Sylvester Magee (allegedly born May 29, 1841 – died October 15, 1971) received much publicity as the last living former American slave.[1] He was accepted for treatment by the Mississippi Veterans Hospital as a veteran of the American Civil War.

Sylvester Magee
Sylvester (no last name)

May 29, 1841 (speculatuve)
DiedOctober 15, 1971 (aged 130 - speculated)
Other namesSylvester Steen
Known forbeing the last surviving American slave
Children7 children
  • Ephraim (father)
  • Jeanette (mother)
Awardslast American slave

Life edit

Magee was said to be born in North Carolina in 1841 to slaves Ephraim and Jeanette, who were held and worked on the J.J. Shanks plantation. He said that he was purchased at the age of 19, just before the American Civil War, by plantation owner Hugh Magee at a slave market in Enterprise, Mississippi. Hugh Magee owned the Lone Star Plantation in Covington County, Mississippi. Sylvester adopted the Magee surname, a common practice among enslaved people at the time. Shortly afterward, he was sold again, to Victor Steen of Rankin County, Mississippi.[2]

Magee remarked that in 1863, he ran away from the Steen plantation and enlisted in the Union Army, taking part in the assault on Vicksburg, Mississippi.[2]

Magee mentioned that he had been forced to serve in both the Confederate and Union armies as a servant and laborer. No documentary evidence has been found for this.[3][4] Alfred P. Andrews, founder of the Jackson Civil War Round Table and its president elect for 1965–66, helped Magee be classified as a Civil War veteran although no service records for him could be found. In March 1966, when Magee was suffering from pneumonia, Andrews helped him obtain treatment from the Mississippi Veterans Hospital.[5]

On Magee's purported 124th birthday, the citizens of Collins, Mississippi held a party at a country grocery store, complete with a five-layer cake and 124 candles. Governor Paul B. Johnson, Jr. declared it "Sylvester Magee Day". Many national news articles reported on Magee's life and longevity, including Time and Jet. He appeared on the Mike Douglas Show and was flown to Philadelphia, Pennsylvania for another televised appearance. He was proclaimed as the oldest living United States citizen by a life insurance company and received a birthday card from President Lyndon B. Johnson,[6] and was also recognized by president Richard M. Nixon.[7]

Jet wrote that, according to historians, "it would have been impossible for a person who neither reads nor writes to have related the stories of the Civil War in such detail as Magee without having served in the conflict". Jet quoted a historian who stated that Magee talked with "rare intelligence and seldom rambled" in telling of his participation in the Civil War.[6]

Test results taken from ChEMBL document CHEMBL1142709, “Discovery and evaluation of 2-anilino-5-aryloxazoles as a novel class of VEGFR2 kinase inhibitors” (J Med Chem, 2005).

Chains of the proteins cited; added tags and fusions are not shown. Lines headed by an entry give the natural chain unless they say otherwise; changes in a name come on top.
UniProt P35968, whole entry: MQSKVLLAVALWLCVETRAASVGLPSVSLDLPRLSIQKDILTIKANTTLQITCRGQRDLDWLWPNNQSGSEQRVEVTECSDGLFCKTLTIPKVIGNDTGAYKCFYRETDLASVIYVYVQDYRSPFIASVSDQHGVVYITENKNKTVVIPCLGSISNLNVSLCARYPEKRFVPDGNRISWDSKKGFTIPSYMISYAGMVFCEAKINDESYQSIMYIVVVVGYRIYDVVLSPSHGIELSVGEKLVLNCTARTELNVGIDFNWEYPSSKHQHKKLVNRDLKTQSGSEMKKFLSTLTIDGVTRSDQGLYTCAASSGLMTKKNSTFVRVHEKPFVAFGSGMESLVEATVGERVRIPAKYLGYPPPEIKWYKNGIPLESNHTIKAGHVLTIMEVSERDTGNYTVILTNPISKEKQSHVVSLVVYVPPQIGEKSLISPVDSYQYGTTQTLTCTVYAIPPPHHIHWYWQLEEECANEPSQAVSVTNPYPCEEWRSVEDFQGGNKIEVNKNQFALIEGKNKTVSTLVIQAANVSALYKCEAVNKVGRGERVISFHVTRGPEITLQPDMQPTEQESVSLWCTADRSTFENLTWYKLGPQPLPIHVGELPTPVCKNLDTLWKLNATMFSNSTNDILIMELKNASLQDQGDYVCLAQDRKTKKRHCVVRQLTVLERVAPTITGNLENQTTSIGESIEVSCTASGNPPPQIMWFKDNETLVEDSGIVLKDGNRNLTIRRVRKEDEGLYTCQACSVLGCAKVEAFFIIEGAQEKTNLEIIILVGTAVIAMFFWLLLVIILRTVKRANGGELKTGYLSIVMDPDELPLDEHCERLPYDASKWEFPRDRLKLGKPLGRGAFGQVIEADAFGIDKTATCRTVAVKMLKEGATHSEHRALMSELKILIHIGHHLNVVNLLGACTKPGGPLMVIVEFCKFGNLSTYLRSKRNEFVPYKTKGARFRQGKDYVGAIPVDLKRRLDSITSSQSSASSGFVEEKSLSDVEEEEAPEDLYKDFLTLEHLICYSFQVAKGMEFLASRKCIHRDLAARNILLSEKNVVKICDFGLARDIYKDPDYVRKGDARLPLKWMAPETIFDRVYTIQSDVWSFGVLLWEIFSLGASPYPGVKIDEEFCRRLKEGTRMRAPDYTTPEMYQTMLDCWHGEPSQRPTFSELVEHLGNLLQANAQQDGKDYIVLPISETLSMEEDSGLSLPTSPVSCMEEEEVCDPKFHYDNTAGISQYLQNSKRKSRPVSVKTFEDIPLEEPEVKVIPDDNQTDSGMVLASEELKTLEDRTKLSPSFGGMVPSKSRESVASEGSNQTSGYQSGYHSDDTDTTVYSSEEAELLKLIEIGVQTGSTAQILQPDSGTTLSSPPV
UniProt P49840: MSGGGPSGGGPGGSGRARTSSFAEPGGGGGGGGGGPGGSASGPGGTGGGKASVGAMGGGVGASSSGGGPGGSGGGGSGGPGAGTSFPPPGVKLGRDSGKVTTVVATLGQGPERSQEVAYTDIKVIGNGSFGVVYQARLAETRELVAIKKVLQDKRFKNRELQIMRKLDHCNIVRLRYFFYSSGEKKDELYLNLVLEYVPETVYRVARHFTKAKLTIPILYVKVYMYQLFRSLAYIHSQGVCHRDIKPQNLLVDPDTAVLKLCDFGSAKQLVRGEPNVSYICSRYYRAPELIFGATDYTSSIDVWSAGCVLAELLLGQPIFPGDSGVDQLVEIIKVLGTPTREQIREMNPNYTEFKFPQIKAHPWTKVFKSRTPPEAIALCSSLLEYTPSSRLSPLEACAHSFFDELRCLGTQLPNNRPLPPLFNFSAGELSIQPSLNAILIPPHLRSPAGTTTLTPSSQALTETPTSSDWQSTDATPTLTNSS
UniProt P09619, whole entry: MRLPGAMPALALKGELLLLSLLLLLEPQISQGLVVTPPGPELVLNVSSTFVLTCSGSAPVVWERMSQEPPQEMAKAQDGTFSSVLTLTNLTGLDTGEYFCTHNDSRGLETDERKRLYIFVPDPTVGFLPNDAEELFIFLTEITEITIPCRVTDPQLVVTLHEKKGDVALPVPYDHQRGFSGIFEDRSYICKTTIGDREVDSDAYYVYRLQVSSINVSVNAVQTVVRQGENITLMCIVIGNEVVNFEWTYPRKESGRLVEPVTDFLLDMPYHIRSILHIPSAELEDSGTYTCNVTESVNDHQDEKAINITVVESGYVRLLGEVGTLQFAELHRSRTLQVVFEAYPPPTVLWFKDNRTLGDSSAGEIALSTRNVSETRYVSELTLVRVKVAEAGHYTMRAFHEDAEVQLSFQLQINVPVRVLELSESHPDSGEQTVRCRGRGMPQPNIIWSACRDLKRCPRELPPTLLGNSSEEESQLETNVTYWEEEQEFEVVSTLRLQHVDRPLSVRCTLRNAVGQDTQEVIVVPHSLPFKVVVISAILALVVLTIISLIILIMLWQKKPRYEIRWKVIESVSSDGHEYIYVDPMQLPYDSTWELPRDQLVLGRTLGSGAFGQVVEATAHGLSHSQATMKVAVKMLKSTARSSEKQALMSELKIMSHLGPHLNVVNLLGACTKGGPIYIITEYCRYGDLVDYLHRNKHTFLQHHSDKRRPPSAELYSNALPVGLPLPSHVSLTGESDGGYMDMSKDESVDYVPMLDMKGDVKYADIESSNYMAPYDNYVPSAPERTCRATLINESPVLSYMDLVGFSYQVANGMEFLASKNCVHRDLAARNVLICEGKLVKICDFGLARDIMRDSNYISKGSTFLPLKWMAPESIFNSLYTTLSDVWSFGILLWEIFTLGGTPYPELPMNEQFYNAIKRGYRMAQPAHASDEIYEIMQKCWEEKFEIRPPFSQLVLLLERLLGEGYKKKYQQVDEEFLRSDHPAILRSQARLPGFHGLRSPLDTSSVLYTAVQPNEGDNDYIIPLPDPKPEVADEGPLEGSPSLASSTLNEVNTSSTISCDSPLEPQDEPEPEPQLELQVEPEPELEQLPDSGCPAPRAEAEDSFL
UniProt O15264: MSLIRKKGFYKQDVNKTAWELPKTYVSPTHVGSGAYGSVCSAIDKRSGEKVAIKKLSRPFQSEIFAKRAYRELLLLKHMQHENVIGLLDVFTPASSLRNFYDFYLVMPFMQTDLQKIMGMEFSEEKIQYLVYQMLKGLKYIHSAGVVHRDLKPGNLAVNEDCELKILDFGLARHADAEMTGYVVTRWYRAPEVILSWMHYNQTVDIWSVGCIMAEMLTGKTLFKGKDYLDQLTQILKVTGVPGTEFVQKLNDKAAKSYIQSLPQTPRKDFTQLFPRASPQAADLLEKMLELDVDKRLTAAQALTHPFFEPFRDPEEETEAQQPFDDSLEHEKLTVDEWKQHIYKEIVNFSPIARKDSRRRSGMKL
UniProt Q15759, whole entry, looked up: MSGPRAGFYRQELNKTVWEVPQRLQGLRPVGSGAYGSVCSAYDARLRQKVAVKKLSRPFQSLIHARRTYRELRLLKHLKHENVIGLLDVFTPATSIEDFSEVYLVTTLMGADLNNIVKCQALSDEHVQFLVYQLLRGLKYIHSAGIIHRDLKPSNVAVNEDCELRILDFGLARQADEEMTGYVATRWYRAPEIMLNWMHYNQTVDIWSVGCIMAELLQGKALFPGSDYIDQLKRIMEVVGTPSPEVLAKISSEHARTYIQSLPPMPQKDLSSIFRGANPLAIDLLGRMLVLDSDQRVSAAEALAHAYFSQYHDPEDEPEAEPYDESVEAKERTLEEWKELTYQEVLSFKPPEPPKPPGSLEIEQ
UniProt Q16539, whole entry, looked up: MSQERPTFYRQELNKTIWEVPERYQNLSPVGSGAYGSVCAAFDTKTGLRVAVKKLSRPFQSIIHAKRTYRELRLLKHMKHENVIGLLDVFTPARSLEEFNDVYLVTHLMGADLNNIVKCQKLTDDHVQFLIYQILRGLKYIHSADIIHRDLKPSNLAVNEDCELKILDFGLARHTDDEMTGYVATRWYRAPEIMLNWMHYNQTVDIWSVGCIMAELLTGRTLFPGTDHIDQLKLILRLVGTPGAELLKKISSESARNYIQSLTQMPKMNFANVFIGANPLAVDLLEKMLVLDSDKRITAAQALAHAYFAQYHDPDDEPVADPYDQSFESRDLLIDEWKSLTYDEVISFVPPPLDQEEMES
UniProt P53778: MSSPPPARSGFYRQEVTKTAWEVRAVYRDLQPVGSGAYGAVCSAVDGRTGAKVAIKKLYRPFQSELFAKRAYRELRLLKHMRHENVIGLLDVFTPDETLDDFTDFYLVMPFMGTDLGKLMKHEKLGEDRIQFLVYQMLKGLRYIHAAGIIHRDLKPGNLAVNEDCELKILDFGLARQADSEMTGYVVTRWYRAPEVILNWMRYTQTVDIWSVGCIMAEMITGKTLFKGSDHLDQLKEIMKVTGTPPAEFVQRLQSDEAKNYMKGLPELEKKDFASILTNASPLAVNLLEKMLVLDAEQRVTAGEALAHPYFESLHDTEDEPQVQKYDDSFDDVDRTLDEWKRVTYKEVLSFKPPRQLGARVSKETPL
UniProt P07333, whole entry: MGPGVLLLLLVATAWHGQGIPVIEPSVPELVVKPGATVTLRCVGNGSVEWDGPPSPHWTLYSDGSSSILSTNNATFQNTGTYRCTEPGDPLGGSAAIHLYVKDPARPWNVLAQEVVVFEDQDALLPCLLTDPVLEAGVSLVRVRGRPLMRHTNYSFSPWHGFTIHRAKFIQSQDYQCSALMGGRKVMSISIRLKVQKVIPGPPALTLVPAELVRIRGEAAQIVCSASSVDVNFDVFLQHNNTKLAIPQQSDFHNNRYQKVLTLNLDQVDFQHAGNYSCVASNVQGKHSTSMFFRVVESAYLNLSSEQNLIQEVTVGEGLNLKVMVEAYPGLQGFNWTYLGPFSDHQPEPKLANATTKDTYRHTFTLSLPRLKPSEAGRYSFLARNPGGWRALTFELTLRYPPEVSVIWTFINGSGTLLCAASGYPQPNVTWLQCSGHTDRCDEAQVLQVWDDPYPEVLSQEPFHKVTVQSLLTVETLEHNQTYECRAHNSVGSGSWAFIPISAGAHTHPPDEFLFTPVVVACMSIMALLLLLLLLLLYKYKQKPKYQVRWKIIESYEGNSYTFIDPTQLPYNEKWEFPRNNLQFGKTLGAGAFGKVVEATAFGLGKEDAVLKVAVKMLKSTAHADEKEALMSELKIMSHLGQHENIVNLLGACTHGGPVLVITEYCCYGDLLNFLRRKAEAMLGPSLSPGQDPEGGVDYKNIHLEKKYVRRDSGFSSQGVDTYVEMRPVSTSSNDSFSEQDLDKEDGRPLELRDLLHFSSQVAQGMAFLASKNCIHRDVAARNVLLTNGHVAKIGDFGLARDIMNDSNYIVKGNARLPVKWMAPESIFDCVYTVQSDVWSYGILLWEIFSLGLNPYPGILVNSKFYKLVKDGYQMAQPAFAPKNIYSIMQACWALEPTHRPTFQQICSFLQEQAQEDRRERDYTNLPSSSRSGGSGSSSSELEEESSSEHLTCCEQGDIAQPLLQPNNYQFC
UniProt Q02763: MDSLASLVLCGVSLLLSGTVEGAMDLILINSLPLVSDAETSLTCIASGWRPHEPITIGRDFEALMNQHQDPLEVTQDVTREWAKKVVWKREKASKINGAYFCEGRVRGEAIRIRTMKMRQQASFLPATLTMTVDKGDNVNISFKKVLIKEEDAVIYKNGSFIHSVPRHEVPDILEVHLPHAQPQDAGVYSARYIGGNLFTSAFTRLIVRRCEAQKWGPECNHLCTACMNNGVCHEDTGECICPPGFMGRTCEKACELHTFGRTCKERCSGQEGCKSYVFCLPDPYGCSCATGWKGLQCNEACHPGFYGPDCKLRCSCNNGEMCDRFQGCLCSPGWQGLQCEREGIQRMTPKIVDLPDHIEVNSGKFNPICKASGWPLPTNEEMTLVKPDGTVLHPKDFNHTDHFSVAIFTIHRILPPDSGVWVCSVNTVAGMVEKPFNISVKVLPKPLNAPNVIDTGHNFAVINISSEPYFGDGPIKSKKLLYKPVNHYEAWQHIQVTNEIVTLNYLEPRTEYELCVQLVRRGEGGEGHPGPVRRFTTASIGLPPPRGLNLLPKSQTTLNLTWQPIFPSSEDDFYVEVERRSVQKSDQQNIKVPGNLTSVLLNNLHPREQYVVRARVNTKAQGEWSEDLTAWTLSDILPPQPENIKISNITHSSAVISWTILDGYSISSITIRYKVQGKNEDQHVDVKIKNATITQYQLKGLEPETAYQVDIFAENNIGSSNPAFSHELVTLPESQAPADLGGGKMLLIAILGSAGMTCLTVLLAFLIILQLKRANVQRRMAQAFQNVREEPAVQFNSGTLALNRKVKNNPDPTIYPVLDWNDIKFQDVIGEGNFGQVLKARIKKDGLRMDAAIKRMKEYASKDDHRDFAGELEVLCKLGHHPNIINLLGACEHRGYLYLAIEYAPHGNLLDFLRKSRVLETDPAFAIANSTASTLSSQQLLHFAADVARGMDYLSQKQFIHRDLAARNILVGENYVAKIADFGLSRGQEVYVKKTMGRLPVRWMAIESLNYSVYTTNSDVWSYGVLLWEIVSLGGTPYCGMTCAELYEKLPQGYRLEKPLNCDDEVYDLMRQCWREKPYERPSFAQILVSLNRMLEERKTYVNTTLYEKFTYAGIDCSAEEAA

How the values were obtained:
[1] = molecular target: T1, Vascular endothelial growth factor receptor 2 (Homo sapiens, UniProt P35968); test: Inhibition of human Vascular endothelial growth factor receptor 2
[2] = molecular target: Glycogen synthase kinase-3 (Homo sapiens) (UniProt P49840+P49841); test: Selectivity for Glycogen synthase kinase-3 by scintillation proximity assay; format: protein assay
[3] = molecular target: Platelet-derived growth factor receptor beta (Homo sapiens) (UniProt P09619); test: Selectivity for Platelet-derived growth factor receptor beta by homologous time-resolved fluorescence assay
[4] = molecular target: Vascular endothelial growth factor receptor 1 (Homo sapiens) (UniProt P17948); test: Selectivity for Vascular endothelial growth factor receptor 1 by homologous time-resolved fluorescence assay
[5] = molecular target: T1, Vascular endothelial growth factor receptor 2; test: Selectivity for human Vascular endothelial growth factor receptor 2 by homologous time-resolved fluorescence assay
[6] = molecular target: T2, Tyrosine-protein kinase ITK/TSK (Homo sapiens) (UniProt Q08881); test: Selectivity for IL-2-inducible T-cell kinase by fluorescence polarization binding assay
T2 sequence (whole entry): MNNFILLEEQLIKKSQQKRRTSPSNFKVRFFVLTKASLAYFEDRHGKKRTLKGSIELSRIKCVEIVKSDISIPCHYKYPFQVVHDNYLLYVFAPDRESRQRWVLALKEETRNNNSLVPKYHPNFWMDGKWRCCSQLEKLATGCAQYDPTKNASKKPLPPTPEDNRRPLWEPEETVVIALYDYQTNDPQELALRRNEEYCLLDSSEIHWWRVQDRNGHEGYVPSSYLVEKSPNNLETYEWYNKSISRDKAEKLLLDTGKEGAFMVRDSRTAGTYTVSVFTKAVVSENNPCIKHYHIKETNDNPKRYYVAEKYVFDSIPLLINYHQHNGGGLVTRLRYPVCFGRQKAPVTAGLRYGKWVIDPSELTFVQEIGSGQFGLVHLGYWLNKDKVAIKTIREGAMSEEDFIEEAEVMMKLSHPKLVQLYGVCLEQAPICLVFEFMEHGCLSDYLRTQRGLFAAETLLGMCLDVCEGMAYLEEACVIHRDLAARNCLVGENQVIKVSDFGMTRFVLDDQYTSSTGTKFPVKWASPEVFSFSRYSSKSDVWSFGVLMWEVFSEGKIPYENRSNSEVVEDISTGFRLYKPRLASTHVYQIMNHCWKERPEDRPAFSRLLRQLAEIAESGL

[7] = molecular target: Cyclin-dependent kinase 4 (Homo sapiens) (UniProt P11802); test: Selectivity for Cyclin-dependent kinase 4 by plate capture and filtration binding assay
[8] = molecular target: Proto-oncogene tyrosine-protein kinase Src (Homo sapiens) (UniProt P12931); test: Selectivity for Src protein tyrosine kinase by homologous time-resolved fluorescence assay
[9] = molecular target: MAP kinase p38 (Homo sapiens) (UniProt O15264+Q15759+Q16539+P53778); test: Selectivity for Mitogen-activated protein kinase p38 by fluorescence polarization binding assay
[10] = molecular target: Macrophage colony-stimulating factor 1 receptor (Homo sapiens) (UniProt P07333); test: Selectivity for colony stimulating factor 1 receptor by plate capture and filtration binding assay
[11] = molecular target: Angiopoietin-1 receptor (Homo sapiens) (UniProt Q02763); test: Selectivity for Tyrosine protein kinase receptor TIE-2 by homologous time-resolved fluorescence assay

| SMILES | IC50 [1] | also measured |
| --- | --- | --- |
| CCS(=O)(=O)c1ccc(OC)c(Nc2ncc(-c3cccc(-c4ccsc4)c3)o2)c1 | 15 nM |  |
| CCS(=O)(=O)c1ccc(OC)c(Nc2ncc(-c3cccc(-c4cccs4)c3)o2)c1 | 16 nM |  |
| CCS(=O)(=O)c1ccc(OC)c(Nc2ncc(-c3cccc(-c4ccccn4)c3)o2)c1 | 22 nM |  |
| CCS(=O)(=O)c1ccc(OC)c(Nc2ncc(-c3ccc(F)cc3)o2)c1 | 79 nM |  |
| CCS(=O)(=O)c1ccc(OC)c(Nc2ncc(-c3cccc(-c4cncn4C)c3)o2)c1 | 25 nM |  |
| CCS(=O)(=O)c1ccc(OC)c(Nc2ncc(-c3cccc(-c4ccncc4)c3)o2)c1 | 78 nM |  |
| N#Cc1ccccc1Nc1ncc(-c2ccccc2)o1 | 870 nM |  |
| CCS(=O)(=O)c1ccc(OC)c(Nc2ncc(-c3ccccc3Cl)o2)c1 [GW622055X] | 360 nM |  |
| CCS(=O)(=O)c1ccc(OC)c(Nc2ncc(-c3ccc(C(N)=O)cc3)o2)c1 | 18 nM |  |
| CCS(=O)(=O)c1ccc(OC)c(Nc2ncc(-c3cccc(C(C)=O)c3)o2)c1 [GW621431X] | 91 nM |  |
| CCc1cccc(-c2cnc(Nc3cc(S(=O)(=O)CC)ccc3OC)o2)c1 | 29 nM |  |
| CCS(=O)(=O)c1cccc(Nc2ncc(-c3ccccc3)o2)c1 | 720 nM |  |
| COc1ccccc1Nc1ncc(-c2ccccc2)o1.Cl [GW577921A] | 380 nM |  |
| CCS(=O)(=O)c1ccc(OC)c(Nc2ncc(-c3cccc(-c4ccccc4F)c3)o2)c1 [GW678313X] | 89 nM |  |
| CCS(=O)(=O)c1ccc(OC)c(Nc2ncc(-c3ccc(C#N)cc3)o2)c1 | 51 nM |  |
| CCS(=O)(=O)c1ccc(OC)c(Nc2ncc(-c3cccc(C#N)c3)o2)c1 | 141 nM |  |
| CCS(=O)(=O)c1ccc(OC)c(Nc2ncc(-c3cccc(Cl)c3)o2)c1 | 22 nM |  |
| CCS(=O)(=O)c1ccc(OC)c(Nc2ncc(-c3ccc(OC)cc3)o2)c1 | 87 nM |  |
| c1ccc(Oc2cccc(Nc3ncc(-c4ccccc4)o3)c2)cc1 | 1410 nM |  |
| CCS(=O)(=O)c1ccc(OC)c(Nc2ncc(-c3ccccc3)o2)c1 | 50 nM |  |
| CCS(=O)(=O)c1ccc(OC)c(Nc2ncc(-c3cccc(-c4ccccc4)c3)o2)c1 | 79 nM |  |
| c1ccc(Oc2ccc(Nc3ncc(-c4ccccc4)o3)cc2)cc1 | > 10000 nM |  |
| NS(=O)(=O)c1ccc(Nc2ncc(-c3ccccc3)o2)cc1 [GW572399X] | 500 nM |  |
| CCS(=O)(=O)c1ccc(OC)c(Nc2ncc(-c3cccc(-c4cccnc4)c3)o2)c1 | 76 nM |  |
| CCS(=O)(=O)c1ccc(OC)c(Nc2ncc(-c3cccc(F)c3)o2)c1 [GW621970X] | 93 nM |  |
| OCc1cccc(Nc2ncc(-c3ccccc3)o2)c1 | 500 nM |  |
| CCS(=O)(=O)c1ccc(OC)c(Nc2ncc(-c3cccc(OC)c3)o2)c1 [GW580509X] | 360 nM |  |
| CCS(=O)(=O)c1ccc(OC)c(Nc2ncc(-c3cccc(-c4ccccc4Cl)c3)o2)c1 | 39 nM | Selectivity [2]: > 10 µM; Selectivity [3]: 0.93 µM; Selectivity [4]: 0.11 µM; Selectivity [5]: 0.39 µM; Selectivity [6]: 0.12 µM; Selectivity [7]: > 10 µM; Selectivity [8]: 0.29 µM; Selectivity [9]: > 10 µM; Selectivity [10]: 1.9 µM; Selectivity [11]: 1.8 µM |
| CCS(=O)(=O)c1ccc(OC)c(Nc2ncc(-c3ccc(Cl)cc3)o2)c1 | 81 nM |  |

Magee had four wives, three of whom he outlived. He fathered 7 children, the last at the purported age of 107. His father reportedly lived to 123, his mother to 122.[8] In a 1966 interview, he stated that he had never drunk alcohol, nor uttered a swear word,[9] although he smoked cigarettes for 108 years.[10] In his later years he made a living selling automated needles[9] and digging graves.[7] In 1966, he divorced his wife Marie.[11]

Death and age edit

On October 15, 1971, Sylvester Magee died in Columbia, Mississippi. His funeral was held at John the Baptist Missionary Church on October 19, 1971. He was buried in an unmarked grave in the Pleasant Valley Church Cemetery in nearby Foxworth, Mississippi. In 2011, the Marion County Historical Society provided a marker.[12]

Magee's purported age of 130 has never been verified, as persons born into slavery typically lacked birth certificates. History professor Max Grivno, who has studied Magee's life, characterized the claimed age as "possible ... but extremely unlikely," noting that there was "only one documented case of a person living into their 120s."[13]

See also edit

References edit

  1. ^ "Oldest American Claimants". Gerontology Research Group
  2. ^ a b "CR roundtable claims they have found the oldest man". Clarion-Ledger. May 28, 1965. Retrieved 15 November 2019.
  3. ^ Serrano, Richard A. (2013). Last of the Blue and Gray: Old Men, Stolen Glory, and the Mystery that Outlived the Civil War. Smithsonian Institution. p. 193. ISBN 978-1-58834-395-6. Retrieved 10 January 2020. magee.
  4. ^ J.H, Segars (2010). Black Confederates. Pelican Publishing. p. 77. ISBN 978-1-4556-0123-3. Retrieved 10 January 2020.
  5. ^ University of Southern Mississippi Collection on Sylvester Magee
  6. ^ a b Staff (November 4, 1971). "America's Oldest Citizen Dies in Mississippi at 130". Jet.
  7. ^ a b Watts, Chris (Feb 20, 2010). "Voices of slavery in Marion County". Columbian-Progress. Retrieved 15 November 2019.
  8. ^ "At the age of 125, dignity is the untarnishable possession". Philadelphia Daily News. Feb 23, 1967. Retrieved 15 November 2019.
  9. ^ a b "The plight of sylvester magee". Hattiesburg American. May 2, 1966. Retrieved 15 November 2019.
  10. ^ Bothwell, Dick (May 23, 1967). "Living to be 100". Tampa Bay Times. Retrieved 15 November 2019.
  11. ^ "At 125, He wants a divorce". Daily Times-News (Burlington, North Carolina). December 10, 1966. Retrieved 15 November 2019.
  12. ^ Wolfe, Buster (December 3, 2011). "Last Slave to Receive Marker". Columbian Progress. pp. 1, 3. Archived from the original on March 30, 2019. Retrieved March 30, 2019. Forty years after his funeral, Sylvester Magee of Columbia - who is considered the last American slave - will be getting a headstone on his grave because the Marion Historical Society and Stacy Nolan of Southern Monument in Foxworth.
  13. ^ Ciurczak, Ellen. "Man claimed to be 130-year-old slave". Hattiesburg American. Retrieved 2020-03-05.

Sources edit

External links edit